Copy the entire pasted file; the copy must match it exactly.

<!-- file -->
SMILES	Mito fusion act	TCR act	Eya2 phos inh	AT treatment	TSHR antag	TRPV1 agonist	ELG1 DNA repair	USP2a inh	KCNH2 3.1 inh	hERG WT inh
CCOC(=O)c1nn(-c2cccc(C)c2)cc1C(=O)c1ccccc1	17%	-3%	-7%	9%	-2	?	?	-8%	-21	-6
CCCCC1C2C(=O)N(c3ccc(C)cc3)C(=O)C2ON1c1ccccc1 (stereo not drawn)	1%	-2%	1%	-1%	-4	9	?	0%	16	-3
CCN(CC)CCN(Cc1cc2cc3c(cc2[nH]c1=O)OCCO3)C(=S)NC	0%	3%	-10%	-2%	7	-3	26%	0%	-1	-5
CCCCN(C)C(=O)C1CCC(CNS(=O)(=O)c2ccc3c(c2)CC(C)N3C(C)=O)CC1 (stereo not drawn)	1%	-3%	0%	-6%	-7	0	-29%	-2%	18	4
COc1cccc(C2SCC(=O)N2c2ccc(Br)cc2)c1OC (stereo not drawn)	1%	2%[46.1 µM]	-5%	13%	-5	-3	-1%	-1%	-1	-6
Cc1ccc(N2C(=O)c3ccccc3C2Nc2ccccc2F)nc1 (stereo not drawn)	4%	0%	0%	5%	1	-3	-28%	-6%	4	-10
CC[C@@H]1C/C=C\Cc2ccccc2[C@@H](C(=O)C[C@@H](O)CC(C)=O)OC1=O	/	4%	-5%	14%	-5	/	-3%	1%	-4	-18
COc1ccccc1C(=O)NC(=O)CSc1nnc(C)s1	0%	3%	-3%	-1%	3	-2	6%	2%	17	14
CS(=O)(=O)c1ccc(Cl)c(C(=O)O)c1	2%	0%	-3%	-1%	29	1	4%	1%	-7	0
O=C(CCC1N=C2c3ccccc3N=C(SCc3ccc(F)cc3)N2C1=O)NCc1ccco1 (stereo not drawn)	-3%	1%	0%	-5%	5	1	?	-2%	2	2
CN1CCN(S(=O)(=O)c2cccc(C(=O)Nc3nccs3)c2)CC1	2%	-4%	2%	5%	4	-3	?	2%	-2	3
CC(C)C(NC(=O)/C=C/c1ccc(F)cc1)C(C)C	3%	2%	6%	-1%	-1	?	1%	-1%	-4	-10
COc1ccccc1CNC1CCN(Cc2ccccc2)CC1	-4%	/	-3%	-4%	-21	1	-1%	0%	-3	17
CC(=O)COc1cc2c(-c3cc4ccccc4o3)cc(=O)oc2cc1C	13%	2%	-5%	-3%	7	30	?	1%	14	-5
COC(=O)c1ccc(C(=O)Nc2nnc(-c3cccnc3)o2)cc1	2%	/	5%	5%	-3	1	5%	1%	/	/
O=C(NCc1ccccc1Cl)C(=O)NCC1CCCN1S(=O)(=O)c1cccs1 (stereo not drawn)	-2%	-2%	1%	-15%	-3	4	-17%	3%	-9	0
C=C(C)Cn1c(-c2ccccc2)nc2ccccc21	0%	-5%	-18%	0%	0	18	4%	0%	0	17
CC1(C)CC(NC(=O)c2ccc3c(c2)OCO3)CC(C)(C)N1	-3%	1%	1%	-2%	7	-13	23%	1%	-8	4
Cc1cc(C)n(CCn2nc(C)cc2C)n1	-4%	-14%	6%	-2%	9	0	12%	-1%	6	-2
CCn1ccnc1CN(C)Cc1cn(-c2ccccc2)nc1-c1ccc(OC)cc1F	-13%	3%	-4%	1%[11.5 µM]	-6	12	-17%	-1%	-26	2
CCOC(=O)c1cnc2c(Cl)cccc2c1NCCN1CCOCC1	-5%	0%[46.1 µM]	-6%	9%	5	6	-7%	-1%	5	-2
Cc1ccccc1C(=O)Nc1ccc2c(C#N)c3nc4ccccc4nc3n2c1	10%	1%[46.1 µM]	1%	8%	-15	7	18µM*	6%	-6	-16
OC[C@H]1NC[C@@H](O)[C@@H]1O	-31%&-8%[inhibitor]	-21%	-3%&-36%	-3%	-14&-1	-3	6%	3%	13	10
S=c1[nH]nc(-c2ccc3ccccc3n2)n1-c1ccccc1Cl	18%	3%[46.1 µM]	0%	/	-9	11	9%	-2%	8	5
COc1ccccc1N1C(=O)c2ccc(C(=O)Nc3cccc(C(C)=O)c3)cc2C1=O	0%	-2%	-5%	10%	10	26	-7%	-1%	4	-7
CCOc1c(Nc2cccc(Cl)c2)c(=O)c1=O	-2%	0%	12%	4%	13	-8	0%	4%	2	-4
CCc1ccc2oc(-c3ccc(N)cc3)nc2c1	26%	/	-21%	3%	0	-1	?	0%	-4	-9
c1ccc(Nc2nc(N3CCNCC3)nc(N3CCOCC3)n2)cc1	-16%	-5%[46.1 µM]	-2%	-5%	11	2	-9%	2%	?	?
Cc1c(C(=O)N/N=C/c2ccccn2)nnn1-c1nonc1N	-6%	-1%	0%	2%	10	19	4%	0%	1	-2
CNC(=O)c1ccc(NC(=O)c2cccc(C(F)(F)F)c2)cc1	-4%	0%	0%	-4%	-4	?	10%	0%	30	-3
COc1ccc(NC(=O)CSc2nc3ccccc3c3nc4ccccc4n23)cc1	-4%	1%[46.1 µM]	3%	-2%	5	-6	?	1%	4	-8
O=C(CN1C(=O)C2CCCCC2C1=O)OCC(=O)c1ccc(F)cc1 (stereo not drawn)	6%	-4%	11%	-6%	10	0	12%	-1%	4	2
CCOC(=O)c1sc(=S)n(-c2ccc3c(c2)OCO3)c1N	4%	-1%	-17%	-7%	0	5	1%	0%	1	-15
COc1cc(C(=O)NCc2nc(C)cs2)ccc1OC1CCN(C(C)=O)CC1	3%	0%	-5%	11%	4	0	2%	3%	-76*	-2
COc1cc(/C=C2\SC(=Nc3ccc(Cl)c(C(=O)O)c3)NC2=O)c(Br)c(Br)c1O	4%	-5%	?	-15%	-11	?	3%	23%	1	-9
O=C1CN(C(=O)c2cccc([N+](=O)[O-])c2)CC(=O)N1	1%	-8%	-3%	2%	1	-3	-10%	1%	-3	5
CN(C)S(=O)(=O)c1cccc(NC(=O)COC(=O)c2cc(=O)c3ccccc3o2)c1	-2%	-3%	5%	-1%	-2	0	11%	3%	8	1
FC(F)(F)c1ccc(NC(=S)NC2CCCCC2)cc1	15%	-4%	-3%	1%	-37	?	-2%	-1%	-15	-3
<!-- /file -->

SMILES	Mito fusion act	TCR act	Eya2 phos inh	AT treatment	TSHR antag	TRPV1 agonist	ELG1 DNA repair	USP2a inh	KCNH2 3.1 inh	hERG WT inh
CCOC(=O)c1nn(-c2cccc(C)c2)cc1C(=O)c1ccccc1	17%	-3%	-7%	9%	-2	?	?	-8%	-21	-6
CCCCC1C2C(=O)N(c3ccc(C)cc3)C(=O)C2ON1c1ccccc1 (stereo not drawn)	1%	-2%	1%	-1%	-4	9	?	0%	16	-3
CCN(CC)CCN(Cc1cc2cc3c(cc2[nH]c1=O)OCCO3)C(=S)NC	0%	3%	-10%	-2%	7	-3	26%	0%	-1	-5
CCCCN(C)C(=O)C1CCC(CNS(=O)(=O)c2ccc3c(c2)CC(C)N3C(C)=O)CC1 (stereo not drawn)	1%	-3%	0%	-6%	-7	0	-29%	-2%	18	4
COc1cccc(C2SCC(=O)N2c2ccc(Br)cc2)c1OC (stereo not drawn)	1%	2%[46.1 µM]	-5%	13%	-5	-3	-1%	-1%	-1	-6
Cc1ccc(N2C(=O)c3ccccc3C2Nc2ccccc2F)nc1 (stereo not drawn)	4%	0%	0%	5%	1	-3	-28%	-6%	4	-10
CC[C@@H]1C/C=C\Cc2ccccc2[C@@H](C(=O)C[C@@H](O)CC(C)=O)OC1=O	/	4%	-5%	14%	-5	/	-3%	1%	-4	-18
COc1ccccc1C(=O)NC(=O)CSc1nnc(C)s1	0%	3%	-3%	-1%	3	-2	6%	2%	17	14
CS(=O)(=O)c1ccc(Cl)c(C(=O)O)c1	2%	0%	-3%	-1%	29	1	4%	1%	-7	0
O=C(CCC1N=C2c3ccccc3N=C(SCc3ccc(F)cc3)N2C1=O)NCc1ccco1 (stereo not drawn)	-3%	1%	0%	-5%	5	1	?	-2%	2	2
CN1CCN(S(=O)(=O)c2cccc(C(=O)Nc3nccs3)c2)CC1	2%	-4%	2%	5%	4	-3	?	2%	-2	3
CC(C)C(NC(=O)/C=C/c1ccc(F)cc1)C(C)C	3%	2%	6%	-1%	-1	?	1%	-1%	-4	-10
COc1ccccc1CNC1CCN(Cc2ccccc2)CC1	-4%	/	-3%	-4%	-21	1	-1%	0%	-3	17
CC(=O)COc1cc2c(-c3cc4ccccc4o3)cc(=O)oc2cc1C	13%	2%	-5%	-3%	7	30	?	1%	14	-5
COC(=O)c1ccc(C(=O)Nc2nnc(-c3cccnc3)o2)cc1	2%	/	5%	5%	-3	1	5%	1%	/	/
O=C(NCc1ccccc1Cl)C(=O)NCC1CCCN1S(=O)(=O)c1cccs1 (stereo not drawn)	-2%	-2%	1%	-15%	-3	4	-17%	3%	-9	0
C=C(C)Cn1c(-c2ccccc2)nc2ccccc21	0%	-5%	-18%	0%	0	18	4%	0%	0	17
CC1(C)CC(NC(=O)c2ccc3c(c2)OCO3)CC(C)(C)N1	-3%	1%	1%	-2%	7	-13	23%	1%	-8	4
Cc1cc(C)n(CCn2nc(C)cc2C)n1	-4%	-14%	6%	-2%	9	0	12%	-1%	6	-2
CCn1ccnc1CN(C)Cc1cn(-c2ccccc2)nc1-c1ccc(OC)cc1F	-13%	3%	-4%	1%[11.5 µM]	-6	12	-17%	-1%	-26	2
CCOC(=O)c1cnc2c(Cl)cccc2c1NCCN1CCOCC1	-5%	0%[46.1 µM]	-6%	9%	5	6	-7%	-1%	5	-2
Cc1ccccc1C(=O)Nc1ccc2c(C#N)c3nc4ccccc4nc3n2c1	10%	1%[46.1 µM]	1%	8%	-15	7	18µM*	6%	-6	-16
OC[C@H]1NC[C@@H](O)[C@@H]1O	-31%&-8%[inhibitor]	-21%	-3%&-36%	-3%	-14&-1	-3	6%	3%	13	10
S=c1[nH]nc(-c2ccc3ccccc3n2)n1-c1ccccc1Cl	18%	3%[46.1 µM]	0%	/	-9	11	9%	-2%	8	5
COc1ccccc1N1C(=O)c2ccc(C(=O)Nc3cccc(C(C)=O)c3)cc2C1=O	0%	-2%	-5%	10%	10	26	-7%	-1%	4	-7
CCOc1c(Nc2cccc(Cl)c2)c(=O)c1=O	-2%	0%	12%	4%	13	-8	0%	4%	2	-4
CCc1ccc2oc(-c3ccc(N)cc3)nc2c1	26%	/	-21%	3%	0	-1	?	0%	-4	-9
c1ccc(Nc2nc(N3CCNCC3)nc(N3CCOCC3)n2)cc1	-16%	-5%[46.1 µM]	-2%	-5%	11	2	-9%	2%	?	?
Cc1c(C(=O)N/N=C/c2ccccn2)nnn1-c1nonc1N	-6%	-1%	0%	2%	10	19	4%	0%	1	-2
CNC(=O)c1ccc(NC(=O)c2cccc(C(F)(F)F)c2)cc1	-4%	0%	0%	-4%	-4	?	10%	0%	30	-3
COc1ccc(NC(=O)CSc2nc3ccccc3c3nc4ccccc4n23)cc1	-4%	1%[46.1 µM]	3%	-2%	5	-6	?	1%	4	-8
O=C(CN1C(=O)C2CCCCC2C1=O)OCC(=O)c1ccc(F)cc1 (stereo not drawn)	6%	-4%	11%	-6%	10	0	12%	-1%	4	2
CCOC(=O)c1sc(=S)n(-c2ccc3c(c2)OCO3)c1N	4%	-1%	-17%	-7%	0	5	1%	0%	1	-15
COc1cc(C(=O)NCc2nc(C)cs2)ccc1OC1CCN(C(C)=O)CC1	3%	0%	-5%	11%	4	0	2%	3%	-76*	-2
COc1cc(/C=C2\SC(=Nc3ccc(Cl)c(C(=O)O)c3)NC2=O)c(Br)c(Br)c1O	4%	-5%	?	-15%	-11	?	3%	23%	1	-9
O=C1CN(C(=O)c2cccc([N+](=O)[O-])c2)CC(=O)N1	1%	-8%	-3%	2%	1	-3	-10%	1%	-3	5
CN(C)S(=O)(=O)c1cccc(NC(=O)COC(=O)c2cc(=O)c3ccccc3o2)c1	-2%	-3%	5%	-1%	-2	0	11%	3%	8	1
FC(F)(F)c1ccc(NC(=S)NC2CCCCC2)cc1	15%	-4%	-3%	1%	-37	?	-2%	-1%	-15	-3